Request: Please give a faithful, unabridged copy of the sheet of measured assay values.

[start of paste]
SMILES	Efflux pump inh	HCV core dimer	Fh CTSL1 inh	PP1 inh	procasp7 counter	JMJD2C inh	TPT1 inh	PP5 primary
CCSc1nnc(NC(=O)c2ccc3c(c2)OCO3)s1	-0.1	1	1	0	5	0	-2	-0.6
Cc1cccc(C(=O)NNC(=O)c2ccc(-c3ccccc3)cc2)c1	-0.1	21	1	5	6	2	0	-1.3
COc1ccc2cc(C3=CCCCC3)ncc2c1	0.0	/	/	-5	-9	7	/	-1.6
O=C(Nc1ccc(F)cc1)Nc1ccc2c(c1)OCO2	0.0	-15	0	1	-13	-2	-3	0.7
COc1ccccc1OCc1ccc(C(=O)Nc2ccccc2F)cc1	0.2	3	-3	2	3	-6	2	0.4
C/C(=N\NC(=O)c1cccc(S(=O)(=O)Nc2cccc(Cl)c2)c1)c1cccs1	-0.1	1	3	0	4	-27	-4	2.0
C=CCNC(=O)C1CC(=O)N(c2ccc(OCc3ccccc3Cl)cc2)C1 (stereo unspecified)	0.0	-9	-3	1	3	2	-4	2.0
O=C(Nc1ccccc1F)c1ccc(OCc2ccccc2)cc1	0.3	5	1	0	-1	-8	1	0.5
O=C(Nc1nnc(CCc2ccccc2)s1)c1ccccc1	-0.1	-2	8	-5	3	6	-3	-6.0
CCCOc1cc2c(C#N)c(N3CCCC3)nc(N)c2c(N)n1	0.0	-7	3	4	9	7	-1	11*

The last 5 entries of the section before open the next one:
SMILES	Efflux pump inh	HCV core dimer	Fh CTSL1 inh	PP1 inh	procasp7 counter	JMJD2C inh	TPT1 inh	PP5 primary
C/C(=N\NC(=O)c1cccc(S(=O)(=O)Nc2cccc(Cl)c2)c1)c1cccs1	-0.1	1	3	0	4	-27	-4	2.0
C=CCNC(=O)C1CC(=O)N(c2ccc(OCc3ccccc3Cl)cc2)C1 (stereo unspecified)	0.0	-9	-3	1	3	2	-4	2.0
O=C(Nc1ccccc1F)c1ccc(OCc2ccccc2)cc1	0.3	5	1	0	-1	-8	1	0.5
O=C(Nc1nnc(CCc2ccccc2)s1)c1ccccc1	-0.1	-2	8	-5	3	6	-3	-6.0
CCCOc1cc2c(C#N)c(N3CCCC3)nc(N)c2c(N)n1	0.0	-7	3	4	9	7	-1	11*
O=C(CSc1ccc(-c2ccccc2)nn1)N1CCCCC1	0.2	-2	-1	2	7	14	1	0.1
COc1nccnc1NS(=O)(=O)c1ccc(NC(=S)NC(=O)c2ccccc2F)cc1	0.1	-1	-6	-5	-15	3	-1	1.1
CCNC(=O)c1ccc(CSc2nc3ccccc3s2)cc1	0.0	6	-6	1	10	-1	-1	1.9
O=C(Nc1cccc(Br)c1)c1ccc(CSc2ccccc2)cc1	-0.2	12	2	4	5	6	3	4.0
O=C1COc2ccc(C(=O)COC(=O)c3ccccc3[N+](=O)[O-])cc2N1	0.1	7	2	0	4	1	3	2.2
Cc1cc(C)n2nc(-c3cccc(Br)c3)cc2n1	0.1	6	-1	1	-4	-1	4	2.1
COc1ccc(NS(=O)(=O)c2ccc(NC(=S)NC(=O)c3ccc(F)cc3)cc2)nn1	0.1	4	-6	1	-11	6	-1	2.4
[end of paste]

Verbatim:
SMILES	Efflux pump inh	HCV core dimer	Fh CTSL1 inh	PP1 inh	procasp7 counter	JMJD2C inh	TPT1 inh	PP5 primary
CCSc1nnc(NC(=O)c2ccc3c(c2)OCO3)s1	-0.1	1	1	0	5	0	-2	-0.6
Cc1cccc(C(=O)NNC(=O)c2ccc(-c3ccccc3)cc2)c1	-0.1	21	1	5	6	2	0	-1.3
COc1ccc2cc(C3=CCCCC3)ncc2c1	0.0	/	/	-5	-9	7	/	-1.6
O=C(Nc1ccc(F)cc1)Nc1ccc2c(c1)OCO2	0.0	-15	0	1	-13	-2	-3	0.7
COc1ccccc1OCc1ccc(C(=O)Nc2ccccc2F)cc1	0.2	3	-3	2	3	-6	2	0.4
C/C(=N\NC(=O)c1cccc(S(=O)(=O)Nc2cccc(Cl)c2)c1)c1cccs1	-0.1	1	3	0	4	-27	-4	2.0
C=CCNC(=O)C1CC(=O)N(c2ccc(OCc3ccccc3Cl)cc2)C1 (stereo unspecified)	0.0	-9	-3	1	3	2	-4	2.0
O=C(Nc1ccccc1F)c1ccc(OCc2ccccc2)cc1	0.3	5	1	0	-1	-8	1	0.5
O=C(Nc1nnc(CCc2ccccc2)s1)c1ccccc1	-0.1	-2	8	-5	3	6	-3	-6.0
CCCOc1cc2c(C#N)c(N3CCCC3)nc(N)c2c(N)n1	0.0	-7	3	4	9	7	-1	11*

The last 5 entries of the section before open the next one:
SMILES	Efflux pump inh	HCV core dimer	Fh CTSL1 inh	PP1 inh	procasp7 counter	JMJD2C inh	TPT1 inh	PP5 primary
C/C(=N\NC(=O)c1cccc(S(=O)(=O)Nc2cccc(Cl)c2)c1)c1cccs1	-0.1	1	3	0	4	-27	-4	2.0
C=CCNC(=O)C1CC(=O)N(c2ccc(OCc3ccccc3Cl)cc2)C1 (stereo unspecified)	0.0	-9	-3	1	3	2	-4	2.0
O=C(Nc1ccccc1F)c1ccc(OCc2ccccc2)cc1	0.3	5	1	0	-1	-8	1	0.5
O=C(Nc1nnc(CCc2ccccc2)s1)c1ccccc1	-0.1	-2	8	-5	3	6	-3	-6.0
CCCOc1cc2c(C#N)c(N3CCCC3)nc(N)c2c(N)n1	0.0	-7	3	4	9	7	-1	11*
O=C(CSc1ccc(-c2ccccc2)nn1)N1CCCCC1	0.2	-2	-1	2	7	14	1	0.1
COc1nccnc1NS(=O)(=O)c1ccc(NC(=S)NC(=O)c2ccccc2F)cc1	0.1	-1	-6	-5	-15	3	-1	1.1
CCNC(=O)c1ccc(CSc2nc3ccccc3s2)cc1	0.0	6	-6	1	10	-1	-1	1.9
O=C(Nc1cccc(Br)c1)c1ccc(CSc2ccccc2)cc1	-0.2	12	2	4	5	6	3	4.0
O=C1COc2ccc(C(=O)COC(=O)c3ccccc3[N+](=O)[O-])cc2N1	0.1	7	2	0	4	1	3	2.2
Cc1cc(C)n2nc(-c3cccc(Br)c3)cc2n1	0.1	6	-1	1	-4	-1	4	2.1
COc1ccc(NS(=O)(=O)c2ccc(NC(=S)NC(=O)c3ccc(F)cc3)cc2)nn1	0.1	4	-6	1	-11	6	-1	2.4